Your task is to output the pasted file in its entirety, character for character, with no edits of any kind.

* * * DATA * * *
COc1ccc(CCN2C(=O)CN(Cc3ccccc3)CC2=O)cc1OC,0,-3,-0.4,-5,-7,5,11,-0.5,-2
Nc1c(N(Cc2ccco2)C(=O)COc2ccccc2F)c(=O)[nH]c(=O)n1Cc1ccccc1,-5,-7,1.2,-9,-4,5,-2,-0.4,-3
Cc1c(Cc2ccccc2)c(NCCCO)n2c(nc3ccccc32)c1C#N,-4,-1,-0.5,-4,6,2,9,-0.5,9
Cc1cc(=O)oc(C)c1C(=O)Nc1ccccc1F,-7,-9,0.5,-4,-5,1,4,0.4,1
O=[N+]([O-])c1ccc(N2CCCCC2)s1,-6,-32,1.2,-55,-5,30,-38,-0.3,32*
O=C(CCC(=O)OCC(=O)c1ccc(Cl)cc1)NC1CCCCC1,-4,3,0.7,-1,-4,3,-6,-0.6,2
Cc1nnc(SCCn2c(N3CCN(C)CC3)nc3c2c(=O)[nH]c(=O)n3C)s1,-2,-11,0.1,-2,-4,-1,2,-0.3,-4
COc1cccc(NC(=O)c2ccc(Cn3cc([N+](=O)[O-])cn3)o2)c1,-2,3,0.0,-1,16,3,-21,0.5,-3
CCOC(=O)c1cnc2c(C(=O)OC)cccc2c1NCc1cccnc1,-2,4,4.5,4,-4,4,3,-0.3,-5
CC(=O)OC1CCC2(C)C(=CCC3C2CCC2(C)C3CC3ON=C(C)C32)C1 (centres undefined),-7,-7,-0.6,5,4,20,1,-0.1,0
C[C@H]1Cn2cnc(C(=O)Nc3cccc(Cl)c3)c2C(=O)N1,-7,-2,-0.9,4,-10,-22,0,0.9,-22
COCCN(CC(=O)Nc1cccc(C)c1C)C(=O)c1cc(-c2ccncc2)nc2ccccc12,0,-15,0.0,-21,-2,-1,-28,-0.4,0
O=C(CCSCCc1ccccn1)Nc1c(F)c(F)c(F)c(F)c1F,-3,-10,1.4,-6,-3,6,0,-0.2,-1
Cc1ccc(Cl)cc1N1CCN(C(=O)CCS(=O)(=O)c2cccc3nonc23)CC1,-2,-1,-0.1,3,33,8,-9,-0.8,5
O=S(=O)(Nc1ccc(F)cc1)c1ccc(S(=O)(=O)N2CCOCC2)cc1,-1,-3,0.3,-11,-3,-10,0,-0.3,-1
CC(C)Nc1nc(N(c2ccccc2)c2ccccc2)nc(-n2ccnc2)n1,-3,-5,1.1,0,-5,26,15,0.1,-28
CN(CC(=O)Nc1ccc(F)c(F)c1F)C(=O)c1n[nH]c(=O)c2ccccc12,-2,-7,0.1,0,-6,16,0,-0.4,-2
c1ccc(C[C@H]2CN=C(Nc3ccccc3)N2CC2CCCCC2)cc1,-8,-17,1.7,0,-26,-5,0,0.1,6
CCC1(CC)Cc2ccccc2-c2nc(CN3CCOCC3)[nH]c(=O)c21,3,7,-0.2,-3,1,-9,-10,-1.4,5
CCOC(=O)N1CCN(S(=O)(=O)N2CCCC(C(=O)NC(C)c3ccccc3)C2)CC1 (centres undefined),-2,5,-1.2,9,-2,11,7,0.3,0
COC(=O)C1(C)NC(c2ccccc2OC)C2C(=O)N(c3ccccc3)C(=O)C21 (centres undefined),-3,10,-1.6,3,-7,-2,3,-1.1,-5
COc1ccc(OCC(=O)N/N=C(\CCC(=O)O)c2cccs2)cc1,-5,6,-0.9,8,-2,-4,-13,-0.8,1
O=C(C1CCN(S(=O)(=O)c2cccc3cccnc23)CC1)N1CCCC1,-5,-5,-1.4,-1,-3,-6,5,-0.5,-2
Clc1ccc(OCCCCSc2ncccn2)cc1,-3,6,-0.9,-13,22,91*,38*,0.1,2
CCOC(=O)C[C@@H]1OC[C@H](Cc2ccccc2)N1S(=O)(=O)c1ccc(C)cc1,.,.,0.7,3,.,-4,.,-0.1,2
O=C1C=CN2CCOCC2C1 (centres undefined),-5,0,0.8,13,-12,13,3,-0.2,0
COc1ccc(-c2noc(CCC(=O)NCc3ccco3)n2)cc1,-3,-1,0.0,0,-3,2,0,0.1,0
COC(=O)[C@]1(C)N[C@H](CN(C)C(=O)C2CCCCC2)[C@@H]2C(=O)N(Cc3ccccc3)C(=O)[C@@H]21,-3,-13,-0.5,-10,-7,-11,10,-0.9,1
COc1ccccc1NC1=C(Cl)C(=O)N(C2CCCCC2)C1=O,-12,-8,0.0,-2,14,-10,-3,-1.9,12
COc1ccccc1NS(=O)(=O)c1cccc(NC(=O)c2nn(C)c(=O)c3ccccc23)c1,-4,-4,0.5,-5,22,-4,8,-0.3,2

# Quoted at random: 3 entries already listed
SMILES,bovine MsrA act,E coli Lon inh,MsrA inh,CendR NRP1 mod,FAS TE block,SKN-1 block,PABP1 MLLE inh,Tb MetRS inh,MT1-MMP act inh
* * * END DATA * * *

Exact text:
COc1ccc(CCN2C(=O)CN(Cc3ccccc3)CC2=O)cc1OC,0,-3,-0.4,-5,-7,5,11,-0.5,-2
Nc1c(N(Cc2ccco2)C(=O)COc2ccccc2F)c(=O)[nH]c(=O)n1Cc1ccccc1,-5,-7,1.2,-9,-4,5,-2,-0.4,-3
Cc1c(Cc2ccccc2)c(NCCCO)n2c(nc3ccccc32)c1C#N,-4,-1,-0.5,-4,6,2,9,-0.5,9
Cc1cc(=O)oc(C)c1C(=O)Nc1ccccc1F,-7,-9,0.5,-4,-5,1,4,0.4,1
O=[N+]([O-])c1ccc(N2CCCCC2)s1,-6,-32,1.2,-55,-5,30,-38,-0.3,32*
O=C(CCC(=O)OCC(=O)c1ccc(Cl)cc1)NC1CCCCC1,-4,3,0.7,-1,-4,3,-6,-0.6,2
Cc1nnc(SCCn2c(N3CCN(C)CC3)nc3c2c(=O)[nH]c(=O)n3C)s1,-2,-11,0.1,-2,-4,-1,2,-0.3,-4
COc1cccc(NC(=O)c2ccc(Cn3cc([N+](=O)[O-])cn3)o2)c1,-2,3,0.0,-1,16,3,-21,0.5,-3
CCOC(=O)c1cnc2c(C(=O)OC)cccc2c1NCc1cccnc1,-2,4,4.5,4,-4,4,3,-0.3,-5
CC(=O)OC1CCC2(C)C(=CCC3C2CCC2(C)C3CC3ON=C(C)C32)C1 (centres undefined),-7,-7,-0.6,5,4,20,1,-0.1,0
C[C@H]1Cn2cnc(C(=O)Nc3cccc(Cl)c3)c2C(=O)N1,-7,-2,-0.9,4,-10,-22,0,0.9,-22
COCCN(CC(=O)Nc1cccc(C)c1C)C(=O)c1cc(-c2ccncc2)nc2ccccc12,0,-15,0.0,-21,-2,-1,-28,-0.4,0
O=C(CCSCCc1ccccn1)Nc1c(F)c(F)c(F)c(F)c1F,-3,-10,1.4,-6,-3,6,0,-0.2,-1
Cc1ccc(Cl)cc1N1CCN(C(=O)CCS(=O)(=O)c2cccc3nonc23)CC1,-2,-1,-0.1,3,33,8,-9,-0.8,5
O=S(=O)(Nc1ccc(F)cc1)c1ccc(S(=O)(=O)N2CCOCC2)cc1,-1,-3,0.3,-11,-3,-10,0,-0.3,-1
CC(C)Nc1nc(N(c2ccccc2)c2ccccc2)nc(-n2ccnc2)n1,-3,-5,1.1,0,-5,26,15,0.1,-28
CN(CC(=O)Nc1ccc(F)c(F)c1F)C(=O)c1n[nH]c(=O)c2ccccc12,-2,-7,0.1,0,-6,16,0,-0.4,-2
c1ccc(C[C@H]2CN=C(Nc3ccccc3)N2CC2CCCCC2)cc1,-8,-17,1.7,0,-26,-5,0,0.1,6
CCC1(CC)Cc2ccccc2-c2nc(CN3CCOCC3)[nH]c(=O)c21,3,7,-0.2,-3,1,-9,-10,-1.4,5
CCOC(=O)N1CCN(S(=O)(=O)N2CCCC(C(=O)NC(C)c3ccccc3)C2)CC1 (centres undefined),-2,5,-1.2,9,-2,11,7,0.3,0
COC(=O)C1(C)NC(c2ccccc2OC)C2C(=O)N(c3ccccc3)C(=O)C21 (centres undefined),-3,10,-1.6,3,-7,-2,3,-1.1,-5
COc1ccc(OCC(=O)N/N=C(\CCC(=O)O)c2cccs2)cc1,-5,6,-0.9,8,-2,-4,-13,-0.8,1
O=C(C1CCN(S(=O)(=O)c2cccc3cccnc23)CC1)N1CCCC1,-5,-5,-1.4,-1,-3,-6,5,-0.5,-2
Clc1ccc(OCCCCSc2ncccn2)cc1,-3,6,-0.9,-13,22,91*,38*,0.1,2
CCOC(=O)C[C@@H]1OC[C@H](Cc2ccccc2)N1S(=O)(=O)c1ccc(C)cc1,.,.,0.7,3,.,-4,.,-0.1,2
O=C1C=CN2CCOCC2C1 (centres undefined),-5,0,0.8,13,-12,13,3,-0.2,0
COc1ccc(-c2noc(CCC(=O)NCc3ccco3)n2)cc1,-3,-1,0.0,0,-3,2,0,0.1,0
COC(=O)[C@]1(C)N[C@H](CN(C)C(=O)C2CCCCC2)[C@@H]2C(=O)N(Cc3ccccc3)C(=O)[C@@H]21,-3,-13,-0.5,-10,-7,-11,10,-0.9,1
COc1ccccc1NC1=C(Cl)C(=O)N(C2CCCCC2)C1=O,-12,-8,0.0,-2,14,-10,-3,-1.9,12
COc1ccccc1NS(=O)(=O)c1cccc(NC(=O)c2nn(C)c(=O)c3ccccc23)c1,-4,-4,0.5,-5,22,-4,8,-0.3,2

# Quoted at random: 3 entries already listed
SMILES,bovine MsrA act,E coli Lon inh,MsrA inh,CendR NRP1 mod,FAS TE block,SKN-1 block,PABP1 MLLE inh,Tb MetRS inh,MT1-MMP act inh